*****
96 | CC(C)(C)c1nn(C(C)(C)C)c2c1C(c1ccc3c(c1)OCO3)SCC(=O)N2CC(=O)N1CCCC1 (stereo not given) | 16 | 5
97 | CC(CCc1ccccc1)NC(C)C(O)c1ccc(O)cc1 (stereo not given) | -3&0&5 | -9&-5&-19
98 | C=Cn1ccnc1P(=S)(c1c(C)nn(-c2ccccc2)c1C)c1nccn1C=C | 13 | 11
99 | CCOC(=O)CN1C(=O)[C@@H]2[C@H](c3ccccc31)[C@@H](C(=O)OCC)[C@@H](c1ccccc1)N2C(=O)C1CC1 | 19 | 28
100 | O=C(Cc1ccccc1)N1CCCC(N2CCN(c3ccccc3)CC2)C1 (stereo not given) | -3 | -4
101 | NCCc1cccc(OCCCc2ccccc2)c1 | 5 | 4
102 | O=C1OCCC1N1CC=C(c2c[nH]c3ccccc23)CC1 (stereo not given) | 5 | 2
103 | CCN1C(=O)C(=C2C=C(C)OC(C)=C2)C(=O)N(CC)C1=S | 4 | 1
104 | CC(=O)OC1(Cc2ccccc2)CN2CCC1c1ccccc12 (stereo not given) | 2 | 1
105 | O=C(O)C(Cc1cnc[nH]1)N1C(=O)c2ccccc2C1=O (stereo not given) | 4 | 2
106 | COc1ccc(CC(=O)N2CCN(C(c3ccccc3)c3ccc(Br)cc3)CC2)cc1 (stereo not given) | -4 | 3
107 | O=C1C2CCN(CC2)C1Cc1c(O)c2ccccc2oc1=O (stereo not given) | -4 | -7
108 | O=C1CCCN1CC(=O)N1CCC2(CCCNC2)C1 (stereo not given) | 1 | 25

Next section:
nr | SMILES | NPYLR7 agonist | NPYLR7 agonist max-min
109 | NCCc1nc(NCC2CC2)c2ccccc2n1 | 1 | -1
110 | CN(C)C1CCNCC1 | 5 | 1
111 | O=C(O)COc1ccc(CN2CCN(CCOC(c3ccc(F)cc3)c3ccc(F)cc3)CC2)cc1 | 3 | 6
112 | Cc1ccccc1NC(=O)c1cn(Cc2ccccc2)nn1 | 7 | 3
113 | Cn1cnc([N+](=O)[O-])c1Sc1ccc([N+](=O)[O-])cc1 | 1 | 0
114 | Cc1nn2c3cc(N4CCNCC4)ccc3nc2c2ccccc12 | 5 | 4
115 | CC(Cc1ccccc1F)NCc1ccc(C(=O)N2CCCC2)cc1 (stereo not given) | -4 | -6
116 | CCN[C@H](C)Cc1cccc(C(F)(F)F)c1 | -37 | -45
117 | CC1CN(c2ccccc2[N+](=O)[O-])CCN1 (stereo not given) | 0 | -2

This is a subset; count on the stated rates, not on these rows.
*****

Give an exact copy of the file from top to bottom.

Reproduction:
96 | CC(C)(C)c1nn(C(C)(C)C)c2c1C(c1ccc3c(c1)OCO3)SCC(=O)N2CC(=O)N1CCCC1 (stereo not given) | 16 | 5
97 | CC(CCc1ccccc1)NC(C)C(O)c1ccc(O)cc1 (stereo not given) | -3&0&5 | -9&-5&-19
98 | C=Cn1ccnc1P(=S)(c1c(C)nn(-c2ccccc2)c1C)c1nccn1C=C | 13 | 11
99 | CCOC(=O)CN1C(=O)[C@@H]2[C@H](c3ccccc31)[C@@H](C(=O)OCC)[C@@H](c1ccccc1)N2C(=O)C1CC1 | 19 | 28
100 | O=C(Cc1ccccc1)N1CCCC(N2CCN(c3ccccc3)CC2)C1 (stereo not given) | -3 | -4
101 | NCCc1cccc(OCCCc2ccccc2)c1 | 5 | 4
102 | O=C1OCCC1N1CC=C(c2c[nH]c3ccccc23)CC1 (stereo not given) | 5 | 2
103 | CCN1C(=O)C(=C2C=C(C)OC(C)=C2)C(=O)N(CC)C1=S | 4 | 1
104 | CC(=O)OC1(Cc2ccccc2)CN2CCC1c1ccccc12 (stereo not given) | 2 | 1
105 | O=C(O)C(Cc1cnc[nH]1)N1C(=O)c2ccccc2C1=O (stereo not given) | 4 | 2
106 | COc1ccc(CC(=O)N2CCN(C(c3ccccc3)c3ccc(Br)cc3)CC2)cc1 (stereo not given) | -4 | 3
107 | O=C1C2CCN(CC2)C1Cc1c(O)c2ccccc2oc1=O (stereo not given) | -4 | -7
108 | O=C1CCCN1CC(=O)N1CCC2(CCCNC2)C1 (stereo not given) | 1 | 25

Next section:
nr | SMILES | NPYLR7 agonist | NPYLR7 agonist max-min
109 | NCCc1nc(NCC2CC2)c2ccccc2n1 | 1 | -1
110 | CN(C)C1CCNCC1 | 5 | 1
111 | O=C(O)COc1ccc(CN2CCN(CCOC(c3ccc(F)cc3)c3ccc(F)cc3)CC2)cc1 | 3 | 6
112 | Cc1ccccc1NC(=O)c1cn(Cc2ccccc2)nn1 | 7 | 3
113 | Cn1cnc([N+](=O)[O-])c1Sc1ccc([N+](=O)[O-])cc1 | 1 | 0
114 | Cc1nn2c3cc(N4CCNCC4)ccc3nc2c2ccccc12 | 5 | 4
115 | CC(Cc1ccccc1F)NCc1ccc(C(=O)N2CCCC2)cc1 (stereo not given) | -4 | -6
116 | CCN[C@H](C)Cc1cccc(C(F)(F)F)c1 | -37 | -45
117 | CC1CN(c2ccccc2[N+](=O)[O-])CCN1 (stereo not given) | 0 | -2

This is a subset; count on the stated rates, not on these rows.